The Washington Bullets have come to grips with the fact that they aren't in the same class as the Philadelphia 76ers and something out of the ordinary will have to happen or their season will end tonight.
The 76ers beat the Bullets at their own game -- a slow tempo, grind-it-out struggle -- Wednesday night in Philadelphia in the opening game of their best-of-three Eastern Conference first-round playoff series.
The second game will be played tonight at Capital Centre at 8:35. If the Bullets somehow pull off an upset, the rubber match will be at the Spectrum Sunday afternoon.
The looseness and confidence that the Bullets were bubbling with before the first game of the series has been changed to tenseness and skepticism.
"We have to be realistic," Bullet Coach Dick Motta said. "Talent-wise and depth-wise, they are superior to us.
"An 82-game schedule is a good barometer of how good you are and they won 20 more games than we did.That should tell you something."
The Bullets controlled the tempo in the 111-96 loss Wednesday, as they had planned, but they didn't execute their half-court offense very well.
The Bullets' strength is their forwards -- Greg Ballard and Elvin Hayes. For them to be effective, they must get the ball inside. They didn't in the first game of the series.
Hayes made only six of 16 shots and scored 14 points. Ballard made only five of 15 for 11 points. Their shooting was bad mainly because most of their shots were taken out of their range.
"We just didn't run our plays right," Hayes said. "We didn't get the ball inside like we should have. Everything we did was from outside. We kept shooting that long stuff. We got them to play our tempo, but then we didn't take advantage of it. I don't know why. We just didn't do it. If we had, we could have won that game."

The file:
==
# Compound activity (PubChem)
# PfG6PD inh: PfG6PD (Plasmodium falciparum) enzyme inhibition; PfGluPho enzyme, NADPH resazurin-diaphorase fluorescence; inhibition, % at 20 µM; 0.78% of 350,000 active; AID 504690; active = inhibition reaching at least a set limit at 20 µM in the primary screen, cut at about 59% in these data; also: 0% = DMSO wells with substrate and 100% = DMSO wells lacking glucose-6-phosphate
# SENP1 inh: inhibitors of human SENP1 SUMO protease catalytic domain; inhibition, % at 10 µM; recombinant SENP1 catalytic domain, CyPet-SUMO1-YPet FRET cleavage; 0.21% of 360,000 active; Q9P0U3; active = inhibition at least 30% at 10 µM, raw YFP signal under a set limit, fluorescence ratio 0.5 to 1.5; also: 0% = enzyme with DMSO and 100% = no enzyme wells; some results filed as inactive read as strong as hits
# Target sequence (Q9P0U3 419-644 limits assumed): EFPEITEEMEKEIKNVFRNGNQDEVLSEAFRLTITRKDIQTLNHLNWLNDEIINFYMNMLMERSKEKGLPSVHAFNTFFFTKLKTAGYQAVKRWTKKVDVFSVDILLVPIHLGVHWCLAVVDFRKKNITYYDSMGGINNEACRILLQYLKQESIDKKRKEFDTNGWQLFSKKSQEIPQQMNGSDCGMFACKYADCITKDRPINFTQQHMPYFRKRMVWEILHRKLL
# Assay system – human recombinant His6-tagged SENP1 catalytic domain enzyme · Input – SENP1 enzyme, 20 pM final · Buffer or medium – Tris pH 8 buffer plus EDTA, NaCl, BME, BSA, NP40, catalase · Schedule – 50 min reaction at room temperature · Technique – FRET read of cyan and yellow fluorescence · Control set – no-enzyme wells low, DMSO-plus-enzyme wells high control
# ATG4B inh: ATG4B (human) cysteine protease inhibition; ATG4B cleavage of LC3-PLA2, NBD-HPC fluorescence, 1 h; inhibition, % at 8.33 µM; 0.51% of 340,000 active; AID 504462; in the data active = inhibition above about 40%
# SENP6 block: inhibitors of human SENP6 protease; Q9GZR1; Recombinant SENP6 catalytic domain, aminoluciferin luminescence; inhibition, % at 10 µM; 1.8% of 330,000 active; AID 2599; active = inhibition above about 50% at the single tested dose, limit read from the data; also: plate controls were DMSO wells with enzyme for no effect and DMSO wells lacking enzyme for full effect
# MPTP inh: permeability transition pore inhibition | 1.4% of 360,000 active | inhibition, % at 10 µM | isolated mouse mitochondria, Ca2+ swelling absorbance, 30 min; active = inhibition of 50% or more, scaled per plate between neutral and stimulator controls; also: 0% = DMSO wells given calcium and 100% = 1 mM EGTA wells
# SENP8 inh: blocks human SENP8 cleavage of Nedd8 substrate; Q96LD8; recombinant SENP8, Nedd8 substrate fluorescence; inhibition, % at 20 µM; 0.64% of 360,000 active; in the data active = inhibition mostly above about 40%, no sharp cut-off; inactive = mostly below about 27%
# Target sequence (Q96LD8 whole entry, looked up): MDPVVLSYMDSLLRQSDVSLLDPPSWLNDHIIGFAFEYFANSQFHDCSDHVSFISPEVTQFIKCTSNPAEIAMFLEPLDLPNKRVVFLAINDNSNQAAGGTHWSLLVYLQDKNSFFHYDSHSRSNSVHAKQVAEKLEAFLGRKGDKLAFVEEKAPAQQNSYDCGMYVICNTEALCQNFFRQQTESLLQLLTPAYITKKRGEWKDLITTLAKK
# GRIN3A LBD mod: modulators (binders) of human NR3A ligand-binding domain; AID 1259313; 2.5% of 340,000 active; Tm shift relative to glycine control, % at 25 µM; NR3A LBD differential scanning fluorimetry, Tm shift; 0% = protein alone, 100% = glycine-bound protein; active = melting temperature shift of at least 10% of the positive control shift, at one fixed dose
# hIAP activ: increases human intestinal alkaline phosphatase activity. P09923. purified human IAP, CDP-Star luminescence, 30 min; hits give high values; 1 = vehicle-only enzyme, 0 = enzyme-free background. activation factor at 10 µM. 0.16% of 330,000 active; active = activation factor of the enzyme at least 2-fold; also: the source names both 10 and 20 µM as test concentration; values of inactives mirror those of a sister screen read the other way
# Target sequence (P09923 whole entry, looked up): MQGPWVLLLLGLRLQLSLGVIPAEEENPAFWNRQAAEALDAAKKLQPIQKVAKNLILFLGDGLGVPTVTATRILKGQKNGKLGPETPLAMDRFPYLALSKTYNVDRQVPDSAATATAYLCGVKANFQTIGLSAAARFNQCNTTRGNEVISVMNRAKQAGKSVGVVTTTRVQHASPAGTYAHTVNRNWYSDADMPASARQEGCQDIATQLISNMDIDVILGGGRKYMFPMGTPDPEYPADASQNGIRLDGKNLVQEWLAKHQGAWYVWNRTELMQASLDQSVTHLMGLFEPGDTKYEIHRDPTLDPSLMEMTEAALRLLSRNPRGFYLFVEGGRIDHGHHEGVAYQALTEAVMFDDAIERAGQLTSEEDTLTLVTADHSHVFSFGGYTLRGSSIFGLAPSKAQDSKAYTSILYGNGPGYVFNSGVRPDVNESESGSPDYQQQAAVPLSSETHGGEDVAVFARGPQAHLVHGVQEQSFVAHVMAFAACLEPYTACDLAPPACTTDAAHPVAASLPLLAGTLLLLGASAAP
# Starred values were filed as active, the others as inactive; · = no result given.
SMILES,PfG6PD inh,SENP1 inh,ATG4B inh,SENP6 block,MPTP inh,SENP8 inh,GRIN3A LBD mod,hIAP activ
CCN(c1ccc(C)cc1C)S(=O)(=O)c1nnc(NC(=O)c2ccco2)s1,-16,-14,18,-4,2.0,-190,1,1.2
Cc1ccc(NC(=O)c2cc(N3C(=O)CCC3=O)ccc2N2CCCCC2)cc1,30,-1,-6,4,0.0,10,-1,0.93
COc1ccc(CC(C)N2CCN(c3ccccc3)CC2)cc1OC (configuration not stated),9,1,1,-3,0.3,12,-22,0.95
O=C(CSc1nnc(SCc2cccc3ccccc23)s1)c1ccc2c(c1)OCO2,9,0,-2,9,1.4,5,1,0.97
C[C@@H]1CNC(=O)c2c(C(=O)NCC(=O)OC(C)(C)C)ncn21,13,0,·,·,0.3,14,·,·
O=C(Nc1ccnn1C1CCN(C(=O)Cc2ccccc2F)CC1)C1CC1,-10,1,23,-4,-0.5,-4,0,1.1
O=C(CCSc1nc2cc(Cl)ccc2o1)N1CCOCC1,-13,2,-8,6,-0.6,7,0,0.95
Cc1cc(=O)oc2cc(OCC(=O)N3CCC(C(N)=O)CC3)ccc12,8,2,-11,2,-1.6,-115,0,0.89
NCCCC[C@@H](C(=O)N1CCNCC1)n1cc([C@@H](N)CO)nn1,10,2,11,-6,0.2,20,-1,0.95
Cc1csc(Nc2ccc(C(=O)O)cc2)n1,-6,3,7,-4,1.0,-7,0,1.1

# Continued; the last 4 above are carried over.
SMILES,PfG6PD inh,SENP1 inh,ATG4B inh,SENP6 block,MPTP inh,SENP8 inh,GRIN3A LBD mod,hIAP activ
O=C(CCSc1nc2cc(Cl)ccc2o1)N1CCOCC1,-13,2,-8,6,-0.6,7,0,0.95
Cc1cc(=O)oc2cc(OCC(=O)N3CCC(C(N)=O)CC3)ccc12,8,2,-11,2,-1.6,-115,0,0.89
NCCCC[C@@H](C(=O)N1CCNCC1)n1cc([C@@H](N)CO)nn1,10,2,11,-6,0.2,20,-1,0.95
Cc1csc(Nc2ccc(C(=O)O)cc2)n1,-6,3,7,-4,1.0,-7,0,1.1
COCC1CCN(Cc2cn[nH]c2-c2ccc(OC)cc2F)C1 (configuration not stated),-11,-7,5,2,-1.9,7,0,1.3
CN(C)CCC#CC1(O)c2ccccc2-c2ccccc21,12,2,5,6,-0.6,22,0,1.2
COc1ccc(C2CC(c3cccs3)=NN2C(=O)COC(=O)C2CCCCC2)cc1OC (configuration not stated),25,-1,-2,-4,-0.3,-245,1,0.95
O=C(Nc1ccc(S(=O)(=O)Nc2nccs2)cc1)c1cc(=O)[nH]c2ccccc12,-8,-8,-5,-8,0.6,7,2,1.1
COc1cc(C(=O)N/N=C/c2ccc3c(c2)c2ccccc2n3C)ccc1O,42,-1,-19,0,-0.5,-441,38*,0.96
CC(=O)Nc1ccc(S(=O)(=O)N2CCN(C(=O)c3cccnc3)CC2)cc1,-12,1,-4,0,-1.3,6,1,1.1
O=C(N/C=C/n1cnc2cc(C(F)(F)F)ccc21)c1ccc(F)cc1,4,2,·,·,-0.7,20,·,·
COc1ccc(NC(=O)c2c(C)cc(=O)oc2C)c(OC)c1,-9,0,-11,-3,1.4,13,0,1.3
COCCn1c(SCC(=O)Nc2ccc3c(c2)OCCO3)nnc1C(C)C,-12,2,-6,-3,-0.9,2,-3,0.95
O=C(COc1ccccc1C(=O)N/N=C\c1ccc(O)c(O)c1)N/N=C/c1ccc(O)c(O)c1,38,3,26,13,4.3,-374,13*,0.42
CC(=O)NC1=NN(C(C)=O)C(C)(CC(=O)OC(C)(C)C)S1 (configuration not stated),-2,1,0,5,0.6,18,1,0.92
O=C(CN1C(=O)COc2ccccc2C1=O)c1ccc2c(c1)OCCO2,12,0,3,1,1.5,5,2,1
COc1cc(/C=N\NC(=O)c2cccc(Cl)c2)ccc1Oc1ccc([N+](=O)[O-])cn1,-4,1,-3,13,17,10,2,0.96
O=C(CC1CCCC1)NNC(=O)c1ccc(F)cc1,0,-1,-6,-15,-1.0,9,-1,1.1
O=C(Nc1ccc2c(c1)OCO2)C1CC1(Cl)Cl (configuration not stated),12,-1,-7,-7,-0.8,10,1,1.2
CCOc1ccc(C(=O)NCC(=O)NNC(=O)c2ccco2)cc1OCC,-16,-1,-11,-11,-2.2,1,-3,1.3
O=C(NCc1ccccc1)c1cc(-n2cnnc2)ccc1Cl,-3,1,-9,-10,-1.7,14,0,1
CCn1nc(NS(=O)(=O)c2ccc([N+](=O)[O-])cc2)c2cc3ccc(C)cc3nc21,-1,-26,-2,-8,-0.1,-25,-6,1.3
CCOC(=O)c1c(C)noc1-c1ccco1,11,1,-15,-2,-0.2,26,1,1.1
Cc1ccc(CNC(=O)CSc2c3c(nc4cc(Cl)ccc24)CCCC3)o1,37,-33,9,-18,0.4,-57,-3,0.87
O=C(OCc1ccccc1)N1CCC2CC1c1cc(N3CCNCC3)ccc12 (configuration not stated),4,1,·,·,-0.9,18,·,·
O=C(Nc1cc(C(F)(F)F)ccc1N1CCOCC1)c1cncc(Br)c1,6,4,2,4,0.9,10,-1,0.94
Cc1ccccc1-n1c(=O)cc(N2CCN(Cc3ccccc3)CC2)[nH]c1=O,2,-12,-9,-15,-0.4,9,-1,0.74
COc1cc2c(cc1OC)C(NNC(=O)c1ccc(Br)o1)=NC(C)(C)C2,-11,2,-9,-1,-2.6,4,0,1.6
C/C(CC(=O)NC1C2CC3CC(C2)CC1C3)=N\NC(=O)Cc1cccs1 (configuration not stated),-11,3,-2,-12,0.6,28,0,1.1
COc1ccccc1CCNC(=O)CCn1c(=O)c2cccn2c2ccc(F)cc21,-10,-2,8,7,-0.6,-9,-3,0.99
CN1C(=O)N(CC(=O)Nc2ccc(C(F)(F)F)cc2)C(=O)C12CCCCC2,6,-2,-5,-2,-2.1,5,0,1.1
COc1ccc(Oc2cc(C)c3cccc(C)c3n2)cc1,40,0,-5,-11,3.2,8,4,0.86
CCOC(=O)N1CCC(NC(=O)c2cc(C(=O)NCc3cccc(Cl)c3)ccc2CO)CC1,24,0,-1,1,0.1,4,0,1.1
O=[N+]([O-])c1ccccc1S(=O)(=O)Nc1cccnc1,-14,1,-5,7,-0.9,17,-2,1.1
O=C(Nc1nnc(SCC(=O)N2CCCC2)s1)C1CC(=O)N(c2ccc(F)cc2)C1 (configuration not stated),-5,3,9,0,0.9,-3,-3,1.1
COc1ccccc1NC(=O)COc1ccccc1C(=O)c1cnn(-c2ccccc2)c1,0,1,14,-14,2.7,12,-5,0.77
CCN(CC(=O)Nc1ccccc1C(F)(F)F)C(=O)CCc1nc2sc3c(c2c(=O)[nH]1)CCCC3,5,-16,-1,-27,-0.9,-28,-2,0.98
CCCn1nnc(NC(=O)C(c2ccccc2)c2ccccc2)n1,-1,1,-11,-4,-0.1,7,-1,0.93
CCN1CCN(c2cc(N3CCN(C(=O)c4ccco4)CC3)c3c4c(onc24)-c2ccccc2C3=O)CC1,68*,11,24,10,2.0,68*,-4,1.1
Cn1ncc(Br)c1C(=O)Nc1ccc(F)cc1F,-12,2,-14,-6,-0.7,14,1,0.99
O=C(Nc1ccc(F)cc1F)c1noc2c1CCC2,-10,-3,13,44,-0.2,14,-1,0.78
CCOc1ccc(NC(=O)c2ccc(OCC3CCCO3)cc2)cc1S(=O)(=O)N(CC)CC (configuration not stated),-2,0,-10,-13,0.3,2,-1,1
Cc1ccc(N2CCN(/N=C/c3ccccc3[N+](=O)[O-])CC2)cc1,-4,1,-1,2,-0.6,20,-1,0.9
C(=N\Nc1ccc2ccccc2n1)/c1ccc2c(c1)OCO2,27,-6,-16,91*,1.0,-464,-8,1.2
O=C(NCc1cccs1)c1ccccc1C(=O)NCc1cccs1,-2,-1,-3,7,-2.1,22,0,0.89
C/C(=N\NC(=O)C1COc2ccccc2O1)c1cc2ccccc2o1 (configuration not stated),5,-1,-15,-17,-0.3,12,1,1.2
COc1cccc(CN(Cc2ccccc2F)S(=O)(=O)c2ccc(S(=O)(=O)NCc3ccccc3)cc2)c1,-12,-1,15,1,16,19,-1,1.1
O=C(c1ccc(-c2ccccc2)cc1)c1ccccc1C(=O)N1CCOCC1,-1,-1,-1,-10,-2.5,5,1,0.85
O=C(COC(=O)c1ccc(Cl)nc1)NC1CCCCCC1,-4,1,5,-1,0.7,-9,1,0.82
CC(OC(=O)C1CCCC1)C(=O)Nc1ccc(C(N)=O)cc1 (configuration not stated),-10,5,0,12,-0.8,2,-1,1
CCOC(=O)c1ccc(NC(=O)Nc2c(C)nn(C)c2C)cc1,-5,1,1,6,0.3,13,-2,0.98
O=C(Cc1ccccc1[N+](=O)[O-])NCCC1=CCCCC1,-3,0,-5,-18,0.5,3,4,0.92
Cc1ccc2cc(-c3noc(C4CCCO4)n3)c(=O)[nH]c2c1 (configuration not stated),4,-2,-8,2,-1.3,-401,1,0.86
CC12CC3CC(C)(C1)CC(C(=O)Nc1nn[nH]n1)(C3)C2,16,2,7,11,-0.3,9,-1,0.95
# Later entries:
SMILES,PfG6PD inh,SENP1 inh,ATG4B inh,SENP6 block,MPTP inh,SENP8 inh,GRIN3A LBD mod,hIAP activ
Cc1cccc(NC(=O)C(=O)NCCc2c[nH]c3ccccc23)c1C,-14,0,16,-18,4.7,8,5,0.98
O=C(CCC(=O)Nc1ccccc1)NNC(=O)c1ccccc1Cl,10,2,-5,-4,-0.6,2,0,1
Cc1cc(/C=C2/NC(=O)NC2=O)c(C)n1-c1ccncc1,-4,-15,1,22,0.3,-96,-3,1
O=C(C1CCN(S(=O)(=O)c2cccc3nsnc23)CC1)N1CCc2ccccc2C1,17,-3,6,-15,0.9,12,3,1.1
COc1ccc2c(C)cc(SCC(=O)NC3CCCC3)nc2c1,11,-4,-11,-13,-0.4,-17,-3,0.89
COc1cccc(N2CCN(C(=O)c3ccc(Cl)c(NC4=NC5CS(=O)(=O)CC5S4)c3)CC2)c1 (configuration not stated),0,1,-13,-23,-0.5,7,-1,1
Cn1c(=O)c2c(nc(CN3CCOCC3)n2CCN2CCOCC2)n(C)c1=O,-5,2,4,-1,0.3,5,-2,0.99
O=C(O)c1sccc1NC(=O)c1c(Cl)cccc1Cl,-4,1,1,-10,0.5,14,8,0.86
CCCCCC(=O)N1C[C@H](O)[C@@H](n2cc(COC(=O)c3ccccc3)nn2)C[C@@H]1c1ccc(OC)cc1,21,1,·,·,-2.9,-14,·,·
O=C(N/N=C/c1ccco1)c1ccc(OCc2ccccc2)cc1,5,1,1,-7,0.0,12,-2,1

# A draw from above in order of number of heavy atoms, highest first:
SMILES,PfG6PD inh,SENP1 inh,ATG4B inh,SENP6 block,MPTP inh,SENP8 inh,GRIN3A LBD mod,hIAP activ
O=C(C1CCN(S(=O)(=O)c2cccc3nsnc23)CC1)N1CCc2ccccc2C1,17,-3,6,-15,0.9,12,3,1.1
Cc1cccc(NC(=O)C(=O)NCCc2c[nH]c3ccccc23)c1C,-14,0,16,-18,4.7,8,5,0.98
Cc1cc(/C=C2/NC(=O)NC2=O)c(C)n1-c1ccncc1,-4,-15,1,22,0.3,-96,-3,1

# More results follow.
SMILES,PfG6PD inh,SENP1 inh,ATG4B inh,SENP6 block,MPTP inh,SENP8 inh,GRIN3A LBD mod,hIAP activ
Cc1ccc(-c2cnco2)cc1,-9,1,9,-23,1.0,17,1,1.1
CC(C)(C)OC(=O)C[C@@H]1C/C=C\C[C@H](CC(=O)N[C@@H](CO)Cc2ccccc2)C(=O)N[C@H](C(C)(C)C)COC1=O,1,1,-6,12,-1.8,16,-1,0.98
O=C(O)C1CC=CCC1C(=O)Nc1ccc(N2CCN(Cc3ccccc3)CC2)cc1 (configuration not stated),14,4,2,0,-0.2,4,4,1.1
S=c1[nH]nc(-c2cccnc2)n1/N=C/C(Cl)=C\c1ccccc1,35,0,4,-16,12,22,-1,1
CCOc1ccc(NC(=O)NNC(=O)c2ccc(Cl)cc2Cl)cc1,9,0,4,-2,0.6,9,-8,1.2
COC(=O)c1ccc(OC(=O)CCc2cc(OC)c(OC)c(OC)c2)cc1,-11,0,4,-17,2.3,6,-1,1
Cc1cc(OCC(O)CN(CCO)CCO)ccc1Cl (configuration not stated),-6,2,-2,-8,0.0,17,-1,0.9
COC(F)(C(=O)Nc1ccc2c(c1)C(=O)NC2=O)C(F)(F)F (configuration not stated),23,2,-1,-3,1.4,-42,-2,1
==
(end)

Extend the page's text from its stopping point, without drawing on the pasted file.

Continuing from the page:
With Kevin Grevey the only Bullet who played well the first game, scoring a season-high 34 points, the Bullets didn't have much of a chance, even though Julius (Dr. J) Erving had an off night for the 76ers.
Bothered by a sore knee and sprained arch, Erving was hesitant and never got totally into the game. He made only five of 19 shots for 13 points. But Caldwell Jones and Lionel Hollins picked up the slack.
Jones scored 18 points and collected a season-high 26 rebounds, while Hollins scored 21 points.
"For us to win, we need everyone playing up to his capabilities, a superhuman effort from someone off the bench and two or three starters playing over their heads," Motta said. "We're the ones who need that and they're the ones who got it from Jones and Hollins in the first game."
The 7-foot-1 Jones, who was moved to forward this year to make room for Darryl Dawkins in the starting lineup, sprained an ankle late in the game Wednesday.
X-rays taken yesterday were negative and Jones' playing status for tonight will be determined at game time. If he can't play, Bobby Jones will most likely start in his place, with Steve Mix in reserve.
Grevey made 13 of 21 shots, including four of seven three-point tries Wednesday night. He also had three assists and three steals. Grevey said he expects his teammates to play better tonight but he doesn't expect the 76ers to let up.
"I think they're going to come into Capital Centre and try to bury us," he said. "They have a lot of respect for us. They know we are capable of beating them if they ease up at all, so we aren't going to catch them flat or looking past us."
As of yesterday afternoon, there were 4,000 tickets available for the game . . . If the 76ers win, they will begin their best-of-seven Eastern Conference semifinal series with Atlanta Sunday at The Spectrum . . . The Bullets received $10,000, $909 a player, for finishing with the sixth-best record in the conference. If they win the Philadelphia series, they will get an additional $27,500. If they lose, $20,000.